A federal judge Wednesday upheld an Obama administration ban on lobbyists serving on advisory panels, throwing out a lawsuit brought by six lobbyists who hoped to serve on such boards and committees.

U.S. District Judge Amy Berman Jackson ruled in a 31-page opinion that the lobbyists had failed to make their case that the policy violated their constitutional rights by denying them “a valuable government benefit” because they had petitioned the government, a protected activity under the First Amendment.

Berman wrote that the lobbyists, like any other member of the public, “have no legal entitlement to” serve on advisory boards or committees. She also noted that the lobbyists were not being blocked from receiving a valuable government benefit.

The government, for example, cannot bar people from receiving “tax exemptions, unemployment benefits, welfare payments and public employment” based on their exercise of their First Amendment rights, wrote Berman, who sits on the District’s federal court.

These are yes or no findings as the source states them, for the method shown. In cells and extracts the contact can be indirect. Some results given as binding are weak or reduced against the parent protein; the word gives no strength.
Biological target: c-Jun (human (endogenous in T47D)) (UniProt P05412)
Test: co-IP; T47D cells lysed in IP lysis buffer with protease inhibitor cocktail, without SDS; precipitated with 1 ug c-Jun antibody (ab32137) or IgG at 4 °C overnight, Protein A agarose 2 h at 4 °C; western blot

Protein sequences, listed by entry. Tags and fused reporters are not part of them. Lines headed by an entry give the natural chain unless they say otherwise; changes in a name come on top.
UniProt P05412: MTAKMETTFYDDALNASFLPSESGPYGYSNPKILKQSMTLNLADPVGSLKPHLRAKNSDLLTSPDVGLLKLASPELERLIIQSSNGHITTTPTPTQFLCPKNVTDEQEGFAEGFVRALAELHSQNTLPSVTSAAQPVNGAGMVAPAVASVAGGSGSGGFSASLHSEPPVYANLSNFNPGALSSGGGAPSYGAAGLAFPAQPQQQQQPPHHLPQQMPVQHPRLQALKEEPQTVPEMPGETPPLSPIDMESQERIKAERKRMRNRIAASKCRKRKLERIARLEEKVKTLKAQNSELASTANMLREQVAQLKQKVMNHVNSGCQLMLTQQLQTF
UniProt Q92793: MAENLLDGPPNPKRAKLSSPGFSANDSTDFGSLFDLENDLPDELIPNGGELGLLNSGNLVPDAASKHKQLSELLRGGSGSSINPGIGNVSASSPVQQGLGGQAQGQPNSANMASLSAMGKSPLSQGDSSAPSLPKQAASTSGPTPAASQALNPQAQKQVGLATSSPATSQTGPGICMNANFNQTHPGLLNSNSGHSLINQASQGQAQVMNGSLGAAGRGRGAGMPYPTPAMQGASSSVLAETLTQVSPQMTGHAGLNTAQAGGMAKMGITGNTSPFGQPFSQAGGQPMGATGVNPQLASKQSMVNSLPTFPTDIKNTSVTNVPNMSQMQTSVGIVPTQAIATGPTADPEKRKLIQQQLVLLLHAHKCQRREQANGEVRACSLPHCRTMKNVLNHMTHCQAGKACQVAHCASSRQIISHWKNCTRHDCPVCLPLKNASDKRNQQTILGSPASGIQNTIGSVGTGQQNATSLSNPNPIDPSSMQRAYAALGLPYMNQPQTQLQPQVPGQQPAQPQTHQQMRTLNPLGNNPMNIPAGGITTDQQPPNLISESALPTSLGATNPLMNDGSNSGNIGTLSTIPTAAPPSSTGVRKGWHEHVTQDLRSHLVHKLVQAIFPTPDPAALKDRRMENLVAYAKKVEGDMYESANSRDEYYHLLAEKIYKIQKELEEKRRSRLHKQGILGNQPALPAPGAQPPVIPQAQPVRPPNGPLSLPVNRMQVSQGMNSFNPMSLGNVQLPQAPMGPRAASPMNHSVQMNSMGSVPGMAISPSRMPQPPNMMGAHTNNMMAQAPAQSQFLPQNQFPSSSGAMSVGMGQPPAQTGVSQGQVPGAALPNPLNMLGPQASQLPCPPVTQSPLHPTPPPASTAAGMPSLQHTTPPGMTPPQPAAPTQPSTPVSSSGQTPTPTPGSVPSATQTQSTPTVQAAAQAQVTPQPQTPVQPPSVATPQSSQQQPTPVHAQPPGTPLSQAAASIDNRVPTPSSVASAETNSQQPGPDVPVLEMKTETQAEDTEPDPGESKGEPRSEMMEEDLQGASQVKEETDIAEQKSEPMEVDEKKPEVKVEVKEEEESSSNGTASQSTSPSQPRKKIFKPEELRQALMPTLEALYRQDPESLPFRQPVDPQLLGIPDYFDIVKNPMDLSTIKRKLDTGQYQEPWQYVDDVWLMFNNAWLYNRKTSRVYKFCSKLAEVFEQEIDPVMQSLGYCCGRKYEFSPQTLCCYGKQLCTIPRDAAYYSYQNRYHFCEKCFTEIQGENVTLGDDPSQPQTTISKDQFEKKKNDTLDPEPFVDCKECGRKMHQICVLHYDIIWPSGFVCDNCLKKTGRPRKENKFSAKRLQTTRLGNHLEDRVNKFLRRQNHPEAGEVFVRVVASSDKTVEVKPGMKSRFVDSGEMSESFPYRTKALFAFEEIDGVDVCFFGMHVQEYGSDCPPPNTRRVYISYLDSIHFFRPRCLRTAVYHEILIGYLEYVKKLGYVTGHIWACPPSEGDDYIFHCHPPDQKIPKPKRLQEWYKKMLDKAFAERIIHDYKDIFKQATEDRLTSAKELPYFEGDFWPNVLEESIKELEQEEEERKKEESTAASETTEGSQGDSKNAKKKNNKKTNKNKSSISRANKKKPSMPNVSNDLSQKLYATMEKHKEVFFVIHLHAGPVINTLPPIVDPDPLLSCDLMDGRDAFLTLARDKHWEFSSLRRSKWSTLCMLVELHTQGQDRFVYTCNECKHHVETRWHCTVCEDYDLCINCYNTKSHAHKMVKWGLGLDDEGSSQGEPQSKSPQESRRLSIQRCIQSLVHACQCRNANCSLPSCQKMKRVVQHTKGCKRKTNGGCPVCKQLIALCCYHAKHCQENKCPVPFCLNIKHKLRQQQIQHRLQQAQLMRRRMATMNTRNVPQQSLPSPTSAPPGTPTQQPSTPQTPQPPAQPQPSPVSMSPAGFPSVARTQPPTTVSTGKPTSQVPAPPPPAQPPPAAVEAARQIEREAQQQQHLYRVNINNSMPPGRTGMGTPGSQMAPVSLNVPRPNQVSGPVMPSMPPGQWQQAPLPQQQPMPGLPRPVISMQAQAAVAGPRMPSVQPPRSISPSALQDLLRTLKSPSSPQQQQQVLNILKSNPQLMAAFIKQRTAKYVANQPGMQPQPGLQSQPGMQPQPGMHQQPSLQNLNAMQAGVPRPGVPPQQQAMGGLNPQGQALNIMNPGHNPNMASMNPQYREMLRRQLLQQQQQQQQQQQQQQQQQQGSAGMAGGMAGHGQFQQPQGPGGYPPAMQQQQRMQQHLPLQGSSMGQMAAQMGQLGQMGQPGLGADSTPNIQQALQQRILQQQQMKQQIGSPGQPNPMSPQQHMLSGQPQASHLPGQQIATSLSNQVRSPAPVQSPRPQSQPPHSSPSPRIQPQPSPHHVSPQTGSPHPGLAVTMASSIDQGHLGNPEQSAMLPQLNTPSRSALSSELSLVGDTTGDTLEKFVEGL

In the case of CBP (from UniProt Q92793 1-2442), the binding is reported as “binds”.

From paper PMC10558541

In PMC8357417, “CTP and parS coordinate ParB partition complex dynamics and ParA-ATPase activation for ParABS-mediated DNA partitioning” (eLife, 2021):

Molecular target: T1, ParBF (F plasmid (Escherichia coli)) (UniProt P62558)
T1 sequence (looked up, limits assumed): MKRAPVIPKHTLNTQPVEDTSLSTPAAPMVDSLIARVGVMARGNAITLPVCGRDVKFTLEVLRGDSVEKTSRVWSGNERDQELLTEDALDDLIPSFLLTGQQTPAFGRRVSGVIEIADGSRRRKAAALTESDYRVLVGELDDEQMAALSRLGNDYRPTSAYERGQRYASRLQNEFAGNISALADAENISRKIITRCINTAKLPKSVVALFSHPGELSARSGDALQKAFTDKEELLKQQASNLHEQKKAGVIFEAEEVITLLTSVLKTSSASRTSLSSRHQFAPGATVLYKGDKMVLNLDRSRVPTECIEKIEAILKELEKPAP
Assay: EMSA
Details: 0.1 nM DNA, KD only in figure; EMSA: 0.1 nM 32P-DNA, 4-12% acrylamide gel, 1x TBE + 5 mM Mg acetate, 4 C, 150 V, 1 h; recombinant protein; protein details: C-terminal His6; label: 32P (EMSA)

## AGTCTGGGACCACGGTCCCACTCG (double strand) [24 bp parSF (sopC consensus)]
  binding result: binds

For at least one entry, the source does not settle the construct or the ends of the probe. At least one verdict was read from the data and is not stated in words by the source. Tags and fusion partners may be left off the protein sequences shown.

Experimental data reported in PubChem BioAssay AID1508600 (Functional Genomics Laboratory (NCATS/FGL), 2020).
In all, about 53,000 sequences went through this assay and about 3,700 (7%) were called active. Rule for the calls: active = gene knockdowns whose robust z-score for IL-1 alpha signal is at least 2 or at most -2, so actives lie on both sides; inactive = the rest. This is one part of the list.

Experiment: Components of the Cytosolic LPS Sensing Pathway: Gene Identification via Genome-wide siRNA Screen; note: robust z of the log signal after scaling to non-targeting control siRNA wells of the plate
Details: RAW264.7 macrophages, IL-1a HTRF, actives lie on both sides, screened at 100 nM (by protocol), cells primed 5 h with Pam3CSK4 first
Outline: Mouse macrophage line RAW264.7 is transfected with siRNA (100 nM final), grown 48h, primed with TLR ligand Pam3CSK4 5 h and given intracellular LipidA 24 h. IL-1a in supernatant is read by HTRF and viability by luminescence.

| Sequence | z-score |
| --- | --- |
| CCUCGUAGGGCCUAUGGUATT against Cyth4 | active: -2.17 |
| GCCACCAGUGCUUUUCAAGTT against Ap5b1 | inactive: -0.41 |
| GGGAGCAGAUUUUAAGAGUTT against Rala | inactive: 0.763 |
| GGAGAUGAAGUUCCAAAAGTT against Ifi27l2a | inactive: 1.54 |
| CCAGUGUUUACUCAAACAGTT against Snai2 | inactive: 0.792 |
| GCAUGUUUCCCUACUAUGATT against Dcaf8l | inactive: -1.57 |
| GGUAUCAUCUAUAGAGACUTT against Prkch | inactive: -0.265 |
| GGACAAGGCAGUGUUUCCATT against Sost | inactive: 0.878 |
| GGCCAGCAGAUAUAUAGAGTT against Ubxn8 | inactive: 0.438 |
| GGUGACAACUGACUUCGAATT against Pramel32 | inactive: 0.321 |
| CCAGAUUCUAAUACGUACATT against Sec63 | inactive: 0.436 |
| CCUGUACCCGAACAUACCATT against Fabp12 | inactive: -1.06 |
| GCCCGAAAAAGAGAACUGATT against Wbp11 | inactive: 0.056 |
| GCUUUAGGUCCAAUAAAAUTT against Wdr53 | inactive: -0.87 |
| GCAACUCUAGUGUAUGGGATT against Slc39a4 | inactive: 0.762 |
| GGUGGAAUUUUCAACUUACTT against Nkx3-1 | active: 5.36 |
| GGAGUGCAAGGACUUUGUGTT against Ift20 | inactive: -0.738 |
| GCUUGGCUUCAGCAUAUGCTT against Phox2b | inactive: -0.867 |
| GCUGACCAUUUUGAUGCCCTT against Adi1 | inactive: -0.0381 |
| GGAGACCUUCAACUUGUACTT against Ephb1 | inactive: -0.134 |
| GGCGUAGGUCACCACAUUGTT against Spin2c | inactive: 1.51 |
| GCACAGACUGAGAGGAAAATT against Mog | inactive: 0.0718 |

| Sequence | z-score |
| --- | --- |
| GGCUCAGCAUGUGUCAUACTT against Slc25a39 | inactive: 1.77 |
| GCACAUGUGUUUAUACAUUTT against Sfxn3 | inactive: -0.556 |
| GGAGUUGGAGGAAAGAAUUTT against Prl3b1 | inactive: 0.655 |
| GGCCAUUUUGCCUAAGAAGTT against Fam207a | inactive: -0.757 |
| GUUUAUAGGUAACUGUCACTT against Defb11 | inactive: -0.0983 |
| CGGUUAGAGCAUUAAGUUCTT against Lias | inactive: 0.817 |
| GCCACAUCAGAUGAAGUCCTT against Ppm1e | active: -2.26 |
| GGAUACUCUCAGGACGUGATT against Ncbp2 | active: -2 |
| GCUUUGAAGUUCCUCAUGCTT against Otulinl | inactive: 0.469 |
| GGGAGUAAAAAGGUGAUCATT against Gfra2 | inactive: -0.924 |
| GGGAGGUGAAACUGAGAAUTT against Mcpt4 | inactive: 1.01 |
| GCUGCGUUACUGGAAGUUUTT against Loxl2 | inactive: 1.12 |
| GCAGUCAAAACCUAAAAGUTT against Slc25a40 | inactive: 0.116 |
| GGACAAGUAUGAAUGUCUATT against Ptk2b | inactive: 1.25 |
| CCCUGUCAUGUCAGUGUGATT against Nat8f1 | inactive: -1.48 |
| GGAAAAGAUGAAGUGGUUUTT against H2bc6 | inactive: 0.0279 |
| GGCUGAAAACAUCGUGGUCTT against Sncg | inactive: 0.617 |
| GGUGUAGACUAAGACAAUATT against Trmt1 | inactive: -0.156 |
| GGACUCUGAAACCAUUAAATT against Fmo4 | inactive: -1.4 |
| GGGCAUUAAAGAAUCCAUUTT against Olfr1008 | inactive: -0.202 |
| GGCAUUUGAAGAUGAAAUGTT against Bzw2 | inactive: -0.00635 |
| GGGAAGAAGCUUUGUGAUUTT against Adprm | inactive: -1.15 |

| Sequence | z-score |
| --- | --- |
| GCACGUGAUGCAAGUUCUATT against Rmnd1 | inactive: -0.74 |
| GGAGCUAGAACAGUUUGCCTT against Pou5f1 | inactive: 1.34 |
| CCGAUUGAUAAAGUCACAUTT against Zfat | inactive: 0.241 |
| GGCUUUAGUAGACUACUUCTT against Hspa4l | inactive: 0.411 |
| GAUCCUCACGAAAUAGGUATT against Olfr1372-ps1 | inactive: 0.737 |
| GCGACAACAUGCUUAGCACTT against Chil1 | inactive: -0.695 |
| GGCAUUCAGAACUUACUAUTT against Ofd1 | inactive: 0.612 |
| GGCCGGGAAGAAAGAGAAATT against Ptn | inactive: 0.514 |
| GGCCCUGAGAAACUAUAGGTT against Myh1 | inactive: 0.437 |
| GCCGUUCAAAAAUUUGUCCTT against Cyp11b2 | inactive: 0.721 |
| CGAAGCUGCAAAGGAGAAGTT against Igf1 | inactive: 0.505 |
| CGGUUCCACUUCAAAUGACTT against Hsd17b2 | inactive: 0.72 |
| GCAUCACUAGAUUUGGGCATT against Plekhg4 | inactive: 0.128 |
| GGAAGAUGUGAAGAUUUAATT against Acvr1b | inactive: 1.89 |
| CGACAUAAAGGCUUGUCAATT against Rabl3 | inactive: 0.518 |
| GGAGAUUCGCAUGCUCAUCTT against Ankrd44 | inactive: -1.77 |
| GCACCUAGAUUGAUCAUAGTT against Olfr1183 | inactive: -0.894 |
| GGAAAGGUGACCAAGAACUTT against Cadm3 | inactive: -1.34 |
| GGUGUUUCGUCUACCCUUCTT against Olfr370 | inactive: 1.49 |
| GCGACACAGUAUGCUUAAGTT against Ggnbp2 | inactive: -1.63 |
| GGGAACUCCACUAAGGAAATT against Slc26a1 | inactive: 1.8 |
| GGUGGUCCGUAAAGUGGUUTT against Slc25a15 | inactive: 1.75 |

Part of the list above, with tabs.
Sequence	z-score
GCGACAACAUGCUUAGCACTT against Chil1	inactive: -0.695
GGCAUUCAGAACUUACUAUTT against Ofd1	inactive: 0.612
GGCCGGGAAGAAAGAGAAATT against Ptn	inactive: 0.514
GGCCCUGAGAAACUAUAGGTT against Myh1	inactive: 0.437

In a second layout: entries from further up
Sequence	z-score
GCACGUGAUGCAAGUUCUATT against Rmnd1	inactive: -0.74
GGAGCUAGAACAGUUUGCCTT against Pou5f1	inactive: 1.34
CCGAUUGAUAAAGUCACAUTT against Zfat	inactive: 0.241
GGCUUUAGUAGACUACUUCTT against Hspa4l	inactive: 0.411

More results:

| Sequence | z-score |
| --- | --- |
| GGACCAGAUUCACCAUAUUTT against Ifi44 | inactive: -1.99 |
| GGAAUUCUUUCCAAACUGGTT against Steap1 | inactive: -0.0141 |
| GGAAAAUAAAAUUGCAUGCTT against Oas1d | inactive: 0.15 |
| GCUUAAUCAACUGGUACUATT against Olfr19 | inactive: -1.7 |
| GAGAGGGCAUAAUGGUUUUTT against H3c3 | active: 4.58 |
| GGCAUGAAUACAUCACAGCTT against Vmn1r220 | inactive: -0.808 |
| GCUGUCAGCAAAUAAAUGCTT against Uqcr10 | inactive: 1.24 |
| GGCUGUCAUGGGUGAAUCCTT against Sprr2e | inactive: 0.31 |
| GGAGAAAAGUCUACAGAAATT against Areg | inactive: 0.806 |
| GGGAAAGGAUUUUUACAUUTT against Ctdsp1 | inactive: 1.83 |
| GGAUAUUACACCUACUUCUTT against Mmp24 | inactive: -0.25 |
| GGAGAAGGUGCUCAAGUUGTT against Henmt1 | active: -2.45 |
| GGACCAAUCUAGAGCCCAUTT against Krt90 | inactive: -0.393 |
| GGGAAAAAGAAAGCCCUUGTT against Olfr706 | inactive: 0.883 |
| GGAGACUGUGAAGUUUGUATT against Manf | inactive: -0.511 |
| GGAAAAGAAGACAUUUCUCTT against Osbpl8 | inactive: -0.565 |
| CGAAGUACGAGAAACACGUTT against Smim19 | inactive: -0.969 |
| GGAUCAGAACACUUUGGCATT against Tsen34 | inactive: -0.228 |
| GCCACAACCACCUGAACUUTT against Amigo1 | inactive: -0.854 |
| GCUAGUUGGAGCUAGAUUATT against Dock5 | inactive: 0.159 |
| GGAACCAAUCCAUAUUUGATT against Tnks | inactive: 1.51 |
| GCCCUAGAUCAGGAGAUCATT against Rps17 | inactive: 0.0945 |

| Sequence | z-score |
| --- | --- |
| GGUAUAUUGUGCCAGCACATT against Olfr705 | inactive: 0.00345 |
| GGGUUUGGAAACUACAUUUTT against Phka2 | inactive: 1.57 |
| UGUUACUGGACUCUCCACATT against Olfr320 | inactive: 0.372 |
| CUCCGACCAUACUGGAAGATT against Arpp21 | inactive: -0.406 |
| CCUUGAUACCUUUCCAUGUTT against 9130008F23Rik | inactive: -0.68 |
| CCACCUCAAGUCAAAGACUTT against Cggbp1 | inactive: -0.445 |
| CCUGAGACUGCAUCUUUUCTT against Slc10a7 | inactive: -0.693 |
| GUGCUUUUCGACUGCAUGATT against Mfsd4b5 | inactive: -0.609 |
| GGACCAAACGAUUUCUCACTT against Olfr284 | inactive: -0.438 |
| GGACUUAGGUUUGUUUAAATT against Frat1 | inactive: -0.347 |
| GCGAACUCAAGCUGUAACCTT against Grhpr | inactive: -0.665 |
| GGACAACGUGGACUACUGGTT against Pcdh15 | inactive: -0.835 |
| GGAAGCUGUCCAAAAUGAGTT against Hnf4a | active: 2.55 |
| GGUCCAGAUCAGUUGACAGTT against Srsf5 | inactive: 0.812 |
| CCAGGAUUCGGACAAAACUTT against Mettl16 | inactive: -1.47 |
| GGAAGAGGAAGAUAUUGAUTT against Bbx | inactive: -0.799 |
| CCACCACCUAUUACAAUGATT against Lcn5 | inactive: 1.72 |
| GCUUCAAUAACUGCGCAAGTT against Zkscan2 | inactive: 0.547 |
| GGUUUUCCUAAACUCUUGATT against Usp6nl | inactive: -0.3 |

But serving on advisory boards is not such a benefit, Berman wrote, even though attorneys for the lobbyists argued that such appointments give experience, expertise and enhances their résumés.

“The value of that opportunity is not easily equated to the obvious worth of the governmental benefits that have been recognized by the Supreme Court,” the judge wrote. “The loss of the ability to feature [advisory board] service on a résumé does not come close to imposing the type of burden involved in losing one’s job, unemployment benefits or tax exemptions.”

By one count, there are nearly 1,000 such federal panels with total membership exceeding 60,000 people. The committees advise agencies on everything from trade rules to consumer protections. In 2009, the Obama administration launched an initiative to ban registered lobbyists — there are more than 10,000 — from serving on such boards because White House officials thought it would reduce the influence of K Street on policymaking.